Most Middle Eastern Countries Agree on Dress Code for Women: OK to See Face, But Not Hair

The Western world has a tendency to view the Middle East like a blob, grouping together the values of the entire region instead of looking at each country's individual perspectives — even down to how people's clothing. But the views of each country differ — sometimes drastically — when it comes to how women should dress in Muslim countries, according to the Pew Research Center. The majority of countries, however, seem to agree on this point: women should be frocked in a hijab to cover their hair, but showing one's face in public is perfectly fine.

Pew cites a study from the University of Michigan's Institute for Social Research, which surveyed people in Tunisia, Egypt, Iraq, Lebanon, Pakistan, Saudi Arabia, and Turkey. Researchers gave participants six different cards of women and asked them to identify which they thought was most proper in public. The first woman is covered in a full burqa; the second has a niqab that only allows for an eye slot; the third depicts a heavily veiled woman; the fourth shows a woman wearing a white hijab covering her whole head; the fifth also shows a hijab but with a tuft of hair poking through; and the sixth features an uncovered woman.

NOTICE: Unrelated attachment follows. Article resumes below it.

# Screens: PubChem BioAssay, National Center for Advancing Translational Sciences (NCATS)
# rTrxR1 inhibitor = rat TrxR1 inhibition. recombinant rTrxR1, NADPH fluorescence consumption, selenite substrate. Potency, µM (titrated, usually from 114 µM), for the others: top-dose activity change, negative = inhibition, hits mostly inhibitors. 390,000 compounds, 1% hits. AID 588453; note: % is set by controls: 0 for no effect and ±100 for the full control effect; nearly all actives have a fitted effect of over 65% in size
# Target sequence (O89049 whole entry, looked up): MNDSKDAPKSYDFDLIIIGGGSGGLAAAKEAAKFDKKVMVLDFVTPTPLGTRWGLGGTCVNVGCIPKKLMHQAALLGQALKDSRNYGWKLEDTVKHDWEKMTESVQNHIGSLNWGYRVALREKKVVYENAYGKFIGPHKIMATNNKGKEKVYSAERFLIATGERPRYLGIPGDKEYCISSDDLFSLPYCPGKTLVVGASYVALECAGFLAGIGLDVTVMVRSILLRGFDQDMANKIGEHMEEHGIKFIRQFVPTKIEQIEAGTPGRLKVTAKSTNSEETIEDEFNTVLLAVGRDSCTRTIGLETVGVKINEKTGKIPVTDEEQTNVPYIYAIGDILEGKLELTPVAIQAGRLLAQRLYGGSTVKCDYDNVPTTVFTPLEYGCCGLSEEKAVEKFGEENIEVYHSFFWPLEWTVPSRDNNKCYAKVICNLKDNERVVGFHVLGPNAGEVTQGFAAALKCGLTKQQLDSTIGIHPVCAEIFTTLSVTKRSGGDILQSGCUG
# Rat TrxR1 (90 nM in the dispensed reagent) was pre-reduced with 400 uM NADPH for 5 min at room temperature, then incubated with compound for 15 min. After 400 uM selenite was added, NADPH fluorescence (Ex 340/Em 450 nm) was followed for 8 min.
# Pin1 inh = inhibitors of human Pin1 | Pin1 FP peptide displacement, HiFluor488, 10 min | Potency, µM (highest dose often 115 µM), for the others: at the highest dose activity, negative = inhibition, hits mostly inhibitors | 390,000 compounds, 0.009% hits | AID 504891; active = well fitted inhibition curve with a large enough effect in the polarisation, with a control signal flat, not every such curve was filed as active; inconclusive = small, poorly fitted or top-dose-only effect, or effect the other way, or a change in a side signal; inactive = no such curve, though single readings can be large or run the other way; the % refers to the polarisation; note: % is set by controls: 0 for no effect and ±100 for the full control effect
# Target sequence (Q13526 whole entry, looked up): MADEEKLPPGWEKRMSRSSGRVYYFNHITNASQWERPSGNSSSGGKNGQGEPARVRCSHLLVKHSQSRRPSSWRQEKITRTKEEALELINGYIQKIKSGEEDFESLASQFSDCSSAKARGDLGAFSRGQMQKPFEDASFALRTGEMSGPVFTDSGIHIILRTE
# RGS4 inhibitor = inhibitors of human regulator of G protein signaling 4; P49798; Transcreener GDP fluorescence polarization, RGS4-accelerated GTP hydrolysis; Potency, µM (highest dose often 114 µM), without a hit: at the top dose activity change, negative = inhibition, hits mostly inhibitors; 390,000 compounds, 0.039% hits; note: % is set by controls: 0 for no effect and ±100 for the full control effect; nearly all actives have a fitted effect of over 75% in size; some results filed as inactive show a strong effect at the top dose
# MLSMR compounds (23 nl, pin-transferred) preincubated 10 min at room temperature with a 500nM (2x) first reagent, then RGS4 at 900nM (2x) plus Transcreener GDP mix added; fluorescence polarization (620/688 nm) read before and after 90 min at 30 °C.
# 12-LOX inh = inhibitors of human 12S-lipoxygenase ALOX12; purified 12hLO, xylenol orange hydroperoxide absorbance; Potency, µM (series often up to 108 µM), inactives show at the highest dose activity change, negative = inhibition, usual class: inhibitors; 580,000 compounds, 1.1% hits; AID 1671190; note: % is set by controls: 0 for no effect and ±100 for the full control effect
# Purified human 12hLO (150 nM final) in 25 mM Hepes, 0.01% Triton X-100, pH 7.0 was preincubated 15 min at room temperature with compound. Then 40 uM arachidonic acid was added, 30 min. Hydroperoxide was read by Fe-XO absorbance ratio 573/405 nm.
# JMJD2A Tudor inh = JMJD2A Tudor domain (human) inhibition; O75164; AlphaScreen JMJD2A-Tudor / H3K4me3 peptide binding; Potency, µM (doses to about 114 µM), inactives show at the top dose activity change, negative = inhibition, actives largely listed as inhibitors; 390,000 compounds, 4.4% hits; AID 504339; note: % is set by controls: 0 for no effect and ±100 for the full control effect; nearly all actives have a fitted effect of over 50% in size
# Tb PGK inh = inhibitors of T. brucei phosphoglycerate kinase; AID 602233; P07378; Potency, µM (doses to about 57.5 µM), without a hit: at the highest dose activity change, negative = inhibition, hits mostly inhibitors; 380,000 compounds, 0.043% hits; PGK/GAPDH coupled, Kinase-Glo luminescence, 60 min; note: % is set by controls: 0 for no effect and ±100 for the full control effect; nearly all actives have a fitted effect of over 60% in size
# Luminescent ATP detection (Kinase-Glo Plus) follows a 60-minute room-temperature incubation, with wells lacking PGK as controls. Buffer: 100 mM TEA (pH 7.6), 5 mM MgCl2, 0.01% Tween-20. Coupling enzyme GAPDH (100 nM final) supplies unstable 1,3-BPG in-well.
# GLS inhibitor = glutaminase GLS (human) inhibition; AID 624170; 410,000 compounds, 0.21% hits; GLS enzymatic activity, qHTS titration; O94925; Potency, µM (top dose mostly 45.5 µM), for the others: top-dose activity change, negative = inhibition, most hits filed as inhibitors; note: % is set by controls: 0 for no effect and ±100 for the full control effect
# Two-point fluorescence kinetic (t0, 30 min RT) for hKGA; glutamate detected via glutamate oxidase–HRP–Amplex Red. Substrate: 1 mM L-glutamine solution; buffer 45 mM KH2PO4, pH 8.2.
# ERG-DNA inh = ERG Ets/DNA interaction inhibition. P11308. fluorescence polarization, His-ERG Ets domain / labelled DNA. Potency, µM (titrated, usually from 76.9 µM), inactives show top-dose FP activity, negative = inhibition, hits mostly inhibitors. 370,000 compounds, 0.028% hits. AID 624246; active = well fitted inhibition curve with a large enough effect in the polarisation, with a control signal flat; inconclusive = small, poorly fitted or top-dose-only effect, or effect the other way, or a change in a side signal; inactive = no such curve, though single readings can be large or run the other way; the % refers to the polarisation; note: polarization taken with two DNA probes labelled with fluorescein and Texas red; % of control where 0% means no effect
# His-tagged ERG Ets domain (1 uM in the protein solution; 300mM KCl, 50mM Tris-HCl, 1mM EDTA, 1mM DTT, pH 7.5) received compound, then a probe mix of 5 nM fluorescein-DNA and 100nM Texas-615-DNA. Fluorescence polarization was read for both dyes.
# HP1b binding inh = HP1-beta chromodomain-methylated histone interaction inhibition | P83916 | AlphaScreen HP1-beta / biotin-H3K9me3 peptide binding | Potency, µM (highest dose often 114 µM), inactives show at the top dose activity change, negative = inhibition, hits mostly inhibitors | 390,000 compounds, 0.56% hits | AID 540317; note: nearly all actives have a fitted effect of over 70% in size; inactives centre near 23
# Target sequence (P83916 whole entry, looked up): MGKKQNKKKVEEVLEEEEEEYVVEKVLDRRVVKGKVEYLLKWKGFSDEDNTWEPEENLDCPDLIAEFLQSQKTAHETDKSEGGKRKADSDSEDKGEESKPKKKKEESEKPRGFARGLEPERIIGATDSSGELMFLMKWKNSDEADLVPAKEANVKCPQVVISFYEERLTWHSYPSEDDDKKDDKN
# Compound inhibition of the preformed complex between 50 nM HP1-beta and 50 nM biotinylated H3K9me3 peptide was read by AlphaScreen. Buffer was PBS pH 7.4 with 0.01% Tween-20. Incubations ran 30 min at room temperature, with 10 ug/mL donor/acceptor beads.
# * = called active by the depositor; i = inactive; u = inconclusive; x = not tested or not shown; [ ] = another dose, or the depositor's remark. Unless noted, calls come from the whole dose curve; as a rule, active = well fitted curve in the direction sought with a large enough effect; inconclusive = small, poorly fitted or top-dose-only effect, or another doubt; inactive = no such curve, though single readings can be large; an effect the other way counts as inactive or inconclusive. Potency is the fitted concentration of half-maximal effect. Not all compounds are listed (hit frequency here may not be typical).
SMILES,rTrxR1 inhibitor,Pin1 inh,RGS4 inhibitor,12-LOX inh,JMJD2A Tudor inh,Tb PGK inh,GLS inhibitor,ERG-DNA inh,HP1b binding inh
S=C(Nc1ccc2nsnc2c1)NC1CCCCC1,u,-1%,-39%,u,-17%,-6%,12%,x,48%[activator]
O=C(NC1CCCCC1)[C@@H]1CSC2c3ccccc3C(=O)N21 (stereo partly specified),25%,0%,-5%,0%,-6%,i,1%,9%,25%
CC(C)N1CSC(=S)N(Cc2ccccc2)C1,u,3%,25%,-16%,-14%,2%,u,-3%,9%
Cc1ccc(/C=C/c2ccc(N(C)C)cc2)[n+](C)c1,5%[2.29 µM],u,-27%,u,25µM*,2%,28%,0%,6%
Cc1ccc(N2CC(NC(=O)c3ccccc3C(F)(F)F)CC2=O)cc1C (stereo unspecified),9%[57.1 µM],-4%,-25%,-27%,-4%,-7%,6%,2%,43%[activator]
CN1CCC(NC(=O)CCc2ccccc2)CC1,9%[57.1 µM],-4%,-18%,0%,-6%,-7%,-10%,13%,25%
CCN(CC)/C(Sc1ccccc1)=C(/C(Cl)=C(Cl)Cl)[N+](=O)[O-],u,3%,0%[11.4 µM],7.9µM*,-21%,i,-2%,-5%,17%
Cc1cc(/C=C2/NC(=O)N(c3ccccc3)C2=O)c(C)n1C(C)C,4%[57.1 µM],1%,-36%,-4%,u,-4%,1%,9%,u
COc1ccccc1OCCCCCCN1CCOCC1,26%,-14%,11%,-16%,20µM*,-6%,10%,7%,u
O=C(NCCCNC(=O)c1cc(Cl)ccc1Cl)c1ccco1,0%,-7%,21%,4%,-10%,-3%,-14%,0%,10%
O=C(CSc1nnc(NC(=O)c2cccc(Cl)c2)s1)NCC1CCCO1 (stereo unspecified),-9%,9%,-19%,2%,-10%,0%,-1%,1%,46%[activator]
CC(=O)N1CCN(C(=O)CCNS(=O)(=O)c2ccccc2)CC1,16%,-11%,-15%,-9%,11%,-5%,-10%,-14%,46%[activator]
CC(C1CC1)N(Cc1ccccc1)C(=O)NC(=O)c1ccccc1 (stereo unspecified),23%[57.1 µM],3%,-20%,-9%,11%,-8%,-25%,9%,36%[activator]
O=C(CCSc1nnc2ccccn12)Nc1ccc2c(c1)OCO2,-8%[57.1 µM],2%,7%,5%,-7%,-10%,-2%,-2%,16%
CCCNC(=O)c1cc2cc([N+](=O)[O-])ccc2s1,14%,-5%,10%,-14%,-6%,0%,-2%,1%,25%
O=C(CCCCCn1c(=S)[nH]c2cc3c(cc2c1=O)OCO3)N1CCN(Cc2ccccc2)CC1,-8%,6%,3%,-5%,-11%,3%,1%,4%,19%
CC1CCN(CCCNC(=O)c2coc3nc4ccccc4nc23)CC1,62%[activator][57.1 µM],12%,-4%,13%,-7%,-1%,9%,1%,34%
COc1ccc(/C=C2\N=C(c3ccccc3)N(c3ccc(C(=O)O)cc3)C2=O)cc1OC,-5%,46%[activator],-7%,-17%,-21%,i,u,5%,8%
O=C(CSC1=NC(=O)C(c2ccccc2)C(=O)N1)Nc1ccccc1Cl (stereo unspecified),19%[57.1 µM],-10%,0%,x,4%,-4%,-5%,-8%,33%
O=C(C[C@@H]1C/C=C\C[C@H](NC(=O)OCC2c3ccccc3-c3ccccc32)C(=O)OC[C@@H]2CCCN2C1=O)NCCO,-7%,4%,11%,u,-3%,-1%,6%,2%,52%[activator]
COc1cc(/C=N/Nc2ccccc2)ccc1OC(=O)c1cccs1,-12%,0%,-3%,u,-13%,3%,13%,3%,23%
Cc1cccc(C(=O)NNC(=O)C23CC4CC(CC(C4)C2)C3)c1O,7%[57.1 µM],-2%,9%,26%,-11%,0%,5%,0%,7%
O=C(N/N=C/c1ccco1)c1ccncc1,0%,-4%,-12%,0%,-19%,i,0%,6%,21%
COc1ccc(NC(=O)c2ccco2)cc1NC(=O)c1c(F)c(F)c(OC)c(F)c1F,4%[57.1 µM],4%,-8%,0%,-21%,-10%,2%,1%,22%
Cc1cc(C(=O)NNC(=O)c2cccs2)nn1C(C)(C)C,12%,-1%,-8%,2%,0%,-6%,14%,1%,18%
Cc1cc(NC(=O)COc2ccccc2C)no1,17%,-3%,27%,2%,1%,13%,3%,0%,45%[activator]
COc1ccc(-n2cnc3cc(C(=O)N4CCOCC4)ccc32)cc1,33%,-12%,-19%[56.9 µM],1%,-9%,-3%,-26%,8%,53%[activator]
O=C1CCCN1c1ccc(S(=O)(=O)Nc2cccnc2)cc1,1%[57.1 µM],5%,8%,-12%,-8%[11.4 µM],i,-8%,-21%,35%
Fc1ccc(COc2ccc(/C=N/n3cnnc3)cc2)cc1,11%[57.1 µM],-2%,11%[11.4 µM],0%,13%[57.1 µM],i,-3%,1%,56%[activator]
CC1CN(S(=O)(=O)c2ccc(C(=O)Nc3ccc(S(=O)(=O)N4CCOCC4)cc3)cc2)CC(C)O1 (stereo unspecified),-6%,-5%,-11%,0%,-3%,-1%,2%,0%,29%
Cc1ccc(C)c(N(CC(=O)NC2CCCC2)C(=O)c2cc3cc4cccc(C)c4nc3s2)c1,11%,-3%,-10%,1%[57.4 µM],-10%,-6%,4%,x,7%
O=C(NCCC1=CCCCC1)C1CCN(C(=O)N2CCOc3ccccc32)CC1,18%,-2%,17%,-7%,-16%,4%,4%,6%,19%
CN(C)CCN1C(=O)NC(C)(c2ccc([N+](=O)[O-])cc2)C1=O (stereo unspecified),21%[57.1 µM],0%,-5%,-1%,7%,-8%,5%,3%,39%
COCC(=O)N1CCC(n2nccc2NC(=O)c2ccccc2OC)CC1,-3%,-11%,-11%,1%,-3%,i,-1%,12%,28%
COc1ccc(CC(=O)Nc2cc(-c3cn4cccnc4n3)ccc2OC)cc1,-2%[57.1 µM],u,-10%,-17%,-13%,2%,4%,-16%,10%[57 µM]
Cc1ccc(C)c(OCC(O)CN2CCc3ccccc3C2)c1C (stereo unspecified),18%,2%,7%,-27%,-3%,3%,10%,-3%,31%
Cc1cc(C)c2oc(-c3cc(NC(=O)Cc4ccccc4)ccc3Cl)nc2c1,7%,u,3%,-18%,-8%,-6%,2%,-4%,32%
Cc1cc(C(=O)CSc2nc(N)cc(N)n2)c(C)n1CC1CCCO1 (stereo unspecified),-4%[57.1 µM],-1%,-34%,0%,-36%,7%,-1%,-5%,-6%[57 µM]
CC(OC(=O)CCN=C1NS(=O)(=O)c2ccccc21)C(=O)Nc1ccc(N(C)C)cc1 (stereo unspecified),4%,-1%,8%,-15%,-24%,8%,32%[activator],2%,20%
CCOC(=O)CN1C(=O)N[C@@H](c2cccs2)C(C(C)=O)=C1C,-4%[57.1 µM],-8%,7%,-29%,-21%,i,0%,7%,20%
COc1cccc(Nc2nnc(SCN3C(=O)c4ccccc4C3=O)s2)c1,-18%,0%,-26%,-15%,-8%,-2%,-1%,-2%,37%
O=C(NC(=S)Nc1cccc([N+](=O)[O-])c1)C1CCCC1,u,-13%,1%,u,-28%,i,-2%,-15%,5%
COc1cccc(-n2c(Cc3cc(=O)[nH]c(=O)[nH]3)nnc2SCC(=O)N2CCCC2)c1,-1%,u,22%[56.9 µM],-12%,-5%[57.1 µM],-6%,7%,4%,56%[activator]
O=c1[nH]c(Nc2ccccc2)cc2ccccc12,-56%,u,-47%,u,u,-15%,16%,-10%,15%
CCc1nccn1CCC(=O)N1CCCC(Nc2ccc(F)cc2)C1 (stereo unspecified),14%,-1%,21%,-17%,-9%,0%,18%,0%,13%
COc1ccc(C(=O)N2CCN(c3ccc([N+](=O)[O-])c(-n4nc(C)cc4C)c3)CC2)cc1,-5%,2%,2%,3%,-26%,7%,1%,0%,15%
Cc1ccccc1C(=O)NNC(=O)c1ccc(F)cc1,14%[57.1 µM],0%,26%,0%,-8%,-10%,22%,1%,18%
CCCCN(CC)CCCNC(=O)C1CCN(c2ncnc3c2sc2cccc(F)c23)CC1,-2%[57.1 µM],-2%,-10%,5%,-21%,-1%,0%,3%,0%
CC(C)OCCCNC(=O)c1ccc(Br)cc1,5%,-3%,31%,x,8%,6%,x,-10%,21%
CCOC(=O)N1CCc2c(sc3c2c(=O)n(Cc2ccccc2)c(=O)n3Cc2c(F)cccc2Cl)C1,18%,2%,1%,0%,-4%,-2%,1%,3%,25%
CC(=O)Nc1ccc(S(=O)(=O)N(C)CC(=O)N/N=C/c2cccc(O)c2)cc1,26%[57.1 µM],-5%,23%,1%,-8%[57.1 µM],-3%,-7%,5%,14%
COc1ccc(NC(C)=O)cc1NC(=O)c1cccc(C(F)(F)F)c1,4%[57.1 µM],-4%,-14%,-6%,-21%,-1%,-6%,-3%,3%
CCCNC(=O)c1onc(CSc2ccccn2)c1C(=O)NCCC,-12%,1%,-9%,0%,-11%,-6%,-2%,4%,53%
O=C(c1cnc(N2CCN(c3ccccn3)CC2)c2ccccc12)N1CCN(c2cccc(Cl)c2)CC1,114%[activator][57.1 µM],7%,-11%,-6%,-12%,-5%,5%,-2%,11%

An average of 44 percent of respondents said they think it is most appropriate for women to wear the white hijab that only shows their faces. But in Saudi Arabia, 63 percent voted the eye-slit niqab as best for women. Turkey and Lebanon were the only countries with a sizable response in favor of the bare-headed woman.

The survey does not indicate the percentages of male and female respondents.

When asked if women should be able to choose their own clothing, a surprising 47 percent in Saudi Arabia agreed. Fifty-six percent of Tunisians answered in the affirmative, compared to only 14 percent of Egyptians.

The survey also inquired people in the seven countries about marriage: Only seven percent of respondents in Pakistan thought love was the most important basis for marriage, while 69 percent of those in Lebanon cited love as a vital factor.

Images: Getty Images; Pew Research Center